Forensic Science

Interdisciplinary Forensic Science Minor

Why choose this minor?

The minor in forensic science is interdisciplinary in that it comprises courses from a wide variety of departments across campus. The selected courses each offer a perspective, foundation-level knowledge, or a specific focus area that is relevant to developing the honed analytic and critical thinking skills characteristic of practitioners of the different forensic science specializations.

FSC 211 and 212 embody multiple fields of specialization and provide students with the opportunity to explore which area of forensic science they have an affinity with so that a career path can be more clearly defined. 

Students choosing the forensic science minor find it advantageous as the elective courses prepare them well for further education and training in a graduate program or professional school, basic law enforcement training (BLET), or for an entry-level position in a job-setting pertinent to their selected major combined with the forensic science minor. Please also see information on UNCW's Postbaccalaureate Certificate in Forensic Science: Crime Scene Investigation, a professional preparatory program.

Requirements (21 credit hours)

The minor requires one three-credit hour core course plus 18 hours of electives where a minimum of three credit hours are needed in each of two areas: Natural Science and Social and Behavioral Science.

Please note that the list below is the most current; catalog information may differ slightly. Students enrolling in the courses below should contact the minor coordinator if the credit hours appear under general electives rather than the forensic science minor on the degree audit.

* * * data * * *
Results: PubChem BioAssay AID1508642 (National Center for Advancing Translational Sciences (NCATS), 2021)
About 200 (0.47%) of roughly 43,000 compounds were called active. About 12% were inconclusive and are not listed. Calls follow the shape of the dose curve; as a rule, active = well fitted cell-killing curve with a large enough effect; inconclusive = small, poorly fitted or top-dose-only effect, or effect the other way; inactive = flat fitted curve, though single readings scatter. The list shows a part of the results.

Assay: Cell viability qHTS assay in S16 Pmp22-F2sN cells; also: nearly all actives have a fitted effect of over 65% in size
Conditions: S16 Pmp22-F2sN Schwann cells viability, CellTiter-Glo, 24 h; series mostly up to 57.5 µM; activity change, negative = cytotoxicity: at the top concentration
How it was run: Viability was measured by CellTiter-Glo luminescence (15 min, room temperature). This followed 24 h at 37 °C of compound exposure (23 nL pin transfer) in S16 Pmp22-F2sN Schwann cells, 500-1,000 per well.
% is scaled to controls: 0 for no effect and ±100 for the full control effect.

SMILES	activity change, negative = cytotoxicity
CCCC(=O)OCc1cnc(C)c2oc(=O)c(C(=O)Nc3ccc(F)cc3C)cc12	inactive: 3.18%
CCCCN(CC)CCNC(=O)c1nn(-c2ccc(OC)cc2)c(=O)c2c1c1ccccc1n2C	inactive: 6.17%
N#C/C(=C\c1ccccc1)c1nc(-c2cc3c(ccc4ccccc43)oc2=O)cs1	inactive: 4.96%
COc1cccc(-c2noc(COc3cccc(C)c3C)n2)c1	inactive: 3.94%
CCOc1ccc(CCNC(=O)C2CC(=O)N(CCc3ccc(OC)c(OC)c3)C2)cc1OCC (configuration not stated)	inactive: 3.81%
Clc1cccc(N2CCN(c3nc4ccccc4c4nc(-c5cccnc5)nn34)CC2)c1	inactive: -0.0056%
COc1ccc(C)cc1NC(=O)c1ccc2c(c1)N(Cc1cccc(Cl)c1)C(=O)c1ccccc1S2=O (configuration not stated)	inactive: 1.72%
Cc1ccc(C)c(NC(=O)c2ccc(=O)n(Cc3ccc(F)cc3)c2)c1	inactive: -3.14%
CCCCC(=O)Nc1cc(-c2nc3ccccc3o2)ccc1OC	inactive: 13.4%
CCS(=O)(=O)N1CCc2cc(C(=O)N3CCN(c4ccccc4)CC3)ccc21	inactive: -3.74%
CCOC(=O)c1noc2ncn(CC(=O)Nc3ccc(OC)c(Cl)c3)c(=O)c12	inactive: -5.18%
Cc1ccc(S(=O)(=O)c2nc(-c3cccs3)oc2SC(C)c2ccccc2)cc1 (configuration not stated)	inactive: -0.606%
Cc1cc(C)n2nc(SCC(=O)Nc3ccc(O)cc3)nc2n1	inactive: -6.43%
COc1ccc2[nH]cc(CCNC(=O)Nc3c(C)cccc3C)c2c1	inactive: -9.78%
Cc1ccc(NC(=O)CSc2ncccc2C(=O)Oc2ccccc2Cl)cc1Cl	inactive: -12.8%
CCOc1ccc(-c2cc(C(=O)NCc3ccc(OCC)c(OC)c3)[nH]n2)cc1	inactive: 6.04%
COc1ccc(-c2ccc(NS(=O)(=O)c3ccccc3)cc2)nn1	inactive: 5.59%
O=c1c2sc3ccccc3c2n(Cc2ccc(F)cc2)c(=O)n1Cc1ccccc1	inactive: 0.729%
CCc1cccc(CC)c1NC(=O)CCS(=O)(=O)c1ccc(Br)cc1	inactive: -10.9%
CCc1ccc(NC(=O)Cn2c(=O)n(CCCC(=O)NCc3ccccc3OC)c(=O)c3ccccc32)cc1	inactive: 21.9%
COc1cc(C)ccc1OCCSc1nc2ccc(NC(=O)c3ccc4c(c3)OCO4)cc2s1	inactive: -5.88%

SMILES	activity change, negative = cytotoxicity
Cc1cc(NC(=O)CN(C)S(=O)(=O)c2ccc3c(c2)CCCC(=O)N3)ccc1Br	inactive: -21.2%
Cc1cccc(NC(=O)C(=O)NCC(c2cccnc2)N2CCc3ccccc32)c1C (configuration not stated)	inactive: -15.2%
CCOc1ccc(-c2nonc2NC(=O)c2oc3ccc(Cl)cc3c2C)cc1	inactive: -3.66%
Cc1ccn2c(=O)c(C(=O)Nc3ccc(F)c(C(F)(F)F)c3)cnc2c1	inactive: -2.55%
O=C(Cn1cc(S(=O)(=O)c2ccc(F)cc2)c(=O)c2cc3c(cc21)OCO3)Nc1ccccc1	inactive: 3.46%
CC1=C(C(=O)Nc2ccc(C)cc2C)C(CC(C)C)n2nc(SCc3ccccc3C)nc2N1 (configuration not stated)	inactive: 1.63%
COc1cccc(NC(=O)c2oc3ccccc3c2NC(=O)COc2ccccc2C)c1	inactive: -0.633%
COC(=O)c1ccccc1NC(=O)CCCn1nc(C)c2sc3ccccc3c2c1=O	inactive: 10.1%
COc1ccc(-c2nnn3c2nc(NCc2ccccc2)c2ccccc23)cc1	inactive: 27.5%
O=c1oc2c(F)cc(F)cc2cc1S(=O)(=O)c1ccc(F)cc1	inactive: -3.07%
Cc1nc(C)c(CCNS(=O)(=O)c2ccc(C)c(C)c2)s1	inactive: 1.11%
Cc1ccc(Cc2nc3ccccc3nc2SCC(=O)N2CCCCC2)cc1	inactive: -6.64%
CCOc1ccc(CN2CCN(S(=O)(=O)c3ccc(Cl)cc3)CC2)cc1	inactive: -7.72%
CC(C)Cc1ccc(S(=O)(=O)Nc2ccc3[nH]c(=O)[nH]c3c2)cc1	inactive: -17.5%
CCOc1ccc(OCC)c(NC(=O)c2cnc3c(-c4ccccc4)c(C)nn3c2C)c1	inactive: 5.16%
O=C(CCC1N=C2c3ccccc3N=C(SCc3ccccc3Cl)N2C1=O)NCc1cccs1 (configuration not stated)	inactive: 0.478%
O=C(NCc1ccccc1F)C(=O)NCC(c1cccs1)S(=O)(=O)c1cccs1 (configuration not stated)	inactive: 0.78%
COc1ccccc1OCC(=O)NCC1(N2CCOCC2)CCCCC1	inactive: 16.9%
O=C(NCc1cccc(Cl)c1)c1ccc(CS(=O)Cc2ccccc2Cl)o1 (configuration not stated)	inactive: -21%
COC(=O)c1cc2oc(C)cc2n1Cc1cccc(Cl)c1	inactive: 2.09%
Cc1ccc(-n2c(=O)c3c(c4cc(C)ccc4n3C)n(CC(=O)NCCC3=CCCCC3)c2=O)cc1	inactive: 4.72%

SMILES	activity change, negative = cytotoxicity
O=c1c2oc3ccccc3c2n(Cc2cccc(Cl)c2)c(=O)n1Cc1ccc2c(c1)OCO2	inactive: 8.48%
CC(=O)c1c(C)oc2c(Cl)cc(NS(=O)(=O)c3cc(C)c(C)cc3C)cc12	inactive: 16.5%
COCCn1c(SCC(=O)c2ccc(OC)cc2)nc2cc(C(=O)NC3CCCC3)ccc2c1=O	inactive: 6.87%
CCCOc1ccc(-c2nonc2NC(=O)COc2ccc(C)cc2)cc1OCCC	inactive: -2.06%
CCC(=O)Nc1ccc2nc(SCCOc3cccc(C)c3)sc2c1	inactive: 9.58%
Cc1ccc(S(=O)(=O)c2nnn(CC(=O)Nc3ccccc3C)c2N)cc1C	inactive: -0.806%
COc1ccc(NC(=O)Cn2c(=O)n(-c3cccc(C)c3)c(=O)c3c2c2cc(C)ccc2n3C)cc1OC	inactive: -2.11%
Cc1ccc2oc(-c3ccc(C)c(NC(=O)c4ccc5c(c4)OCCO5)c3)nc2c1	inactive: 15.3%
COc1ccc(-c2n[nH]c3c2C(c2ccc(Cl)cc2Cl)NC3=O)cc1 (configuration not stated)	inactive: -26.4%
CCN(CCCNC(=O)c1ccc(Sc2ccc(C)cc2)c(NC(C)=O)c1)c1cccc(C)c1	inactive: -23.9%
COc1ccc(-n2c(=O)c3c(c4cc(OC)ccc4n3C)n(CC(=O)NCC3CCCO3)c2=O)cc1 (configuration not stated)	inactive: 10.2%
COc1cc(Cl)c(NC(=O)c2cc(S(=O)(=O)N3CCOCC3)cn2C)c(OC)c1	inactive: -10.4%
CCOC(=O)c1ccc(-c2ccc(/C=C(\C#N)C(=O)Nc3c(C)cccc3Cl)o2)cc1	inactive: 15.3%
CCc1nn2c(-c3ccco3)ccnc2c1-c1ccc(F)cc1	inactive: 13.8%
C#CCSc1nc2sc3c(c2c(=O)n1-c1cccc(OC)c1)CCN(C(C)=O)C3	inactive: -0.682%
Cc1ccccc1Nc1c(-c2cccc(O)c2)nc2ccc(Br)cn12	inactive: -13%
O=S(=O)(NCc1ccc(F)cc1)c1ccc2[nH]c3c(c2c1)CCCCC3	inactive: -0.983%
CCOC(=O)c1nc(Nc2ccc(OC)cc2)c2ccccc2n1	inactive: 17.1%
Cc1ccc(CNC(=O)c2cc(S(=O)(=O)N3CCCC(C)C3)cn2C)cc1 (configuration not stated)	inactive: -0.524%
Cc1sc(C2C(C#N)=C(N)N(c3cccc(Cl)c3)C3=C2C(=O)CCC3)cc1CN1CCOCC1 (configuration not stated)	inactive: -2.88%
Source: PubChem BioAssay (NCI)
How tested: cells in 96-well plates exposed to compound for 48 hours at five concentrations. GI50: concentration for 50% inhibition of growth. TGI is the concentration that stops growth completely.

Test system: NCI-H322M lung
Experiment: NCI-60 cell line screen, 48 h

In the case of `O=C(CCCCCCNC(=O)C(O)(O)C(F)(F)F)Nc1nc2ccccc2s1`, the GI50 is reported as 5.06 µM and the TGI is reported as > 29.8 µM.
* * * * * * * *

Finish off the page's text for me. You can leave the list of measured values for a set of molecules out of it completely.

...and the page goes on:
Core Course (required)

  • FSC 211 Fundamentals of Forensic Science*

Natural Science Electives (minimum 3 credit hours)

  • BIO and BIOL 240 Human Anatomy and Physiology I** 
  • BIO and BIOL 241 Human Anatomy and Physiology II
  • BIO and BIOL 335 Genetics^^
  • BIO and BIOL 465 Biochemistry
  • CHM and CHML 365 Biochemistry I
  • CHM 466 Biochemistry II
  • CHM and CHML 380 Forensic Chemistry^^
  • CHM 417 Medicinal Chemistry
  • FSC 212 Forensic Science Methods** ^

    *  University Studies: Understanding Human Institutions and Behaviors
    **University Studies: Scientific Approaches to the Natural World
    ^ University Studies:
    Explorations Beyond the Classroom
    ^^University Studies: Critical Reasoning

Social and Behavioral Science Electives (minimum 3 credit hours)

  • ANT 214 Forensic Anthropology*
  • ANT and ANTL 326 Human Osteology^^
  • CRM/SOC 255 Criminology*
  • CRM/SOC 256 Criminology*~
  • CRM 320 Criminal Courts
  • CRM 380 Criminal Law
  • CRM 381 Criminal Procedure
  • CRM 385 Law of Evidence
  • FSC 213 Forensic Skeletal Identification^^
  • INT 362 International Human Rights
  • INT 318 Transitional Justice
  • PAR 215 Bioethics~~
  • PSY 247 Abnormal Psychology
  • PSY 275 Forensic Psychology

    *   University Studies: Understanding Human Institutions and Behaviors
    ^^University Studies: Critical Reasoning
    ~  University Studies: Writing Intensive
    University Studies: Historical and Philosphical Approaches


New courses relevant to forensic science, and some 400-level courses such as directed independent study, seminars, or honors work, may also count toward the minor if relevant and approved and by the coordinator. Students must have at least a “C” average (2.00) in all courses counted for the minor. Some courses above have prerequisites and or co-requisites which do not count for the minor but may satisfy University Studies requirements or other major requirements.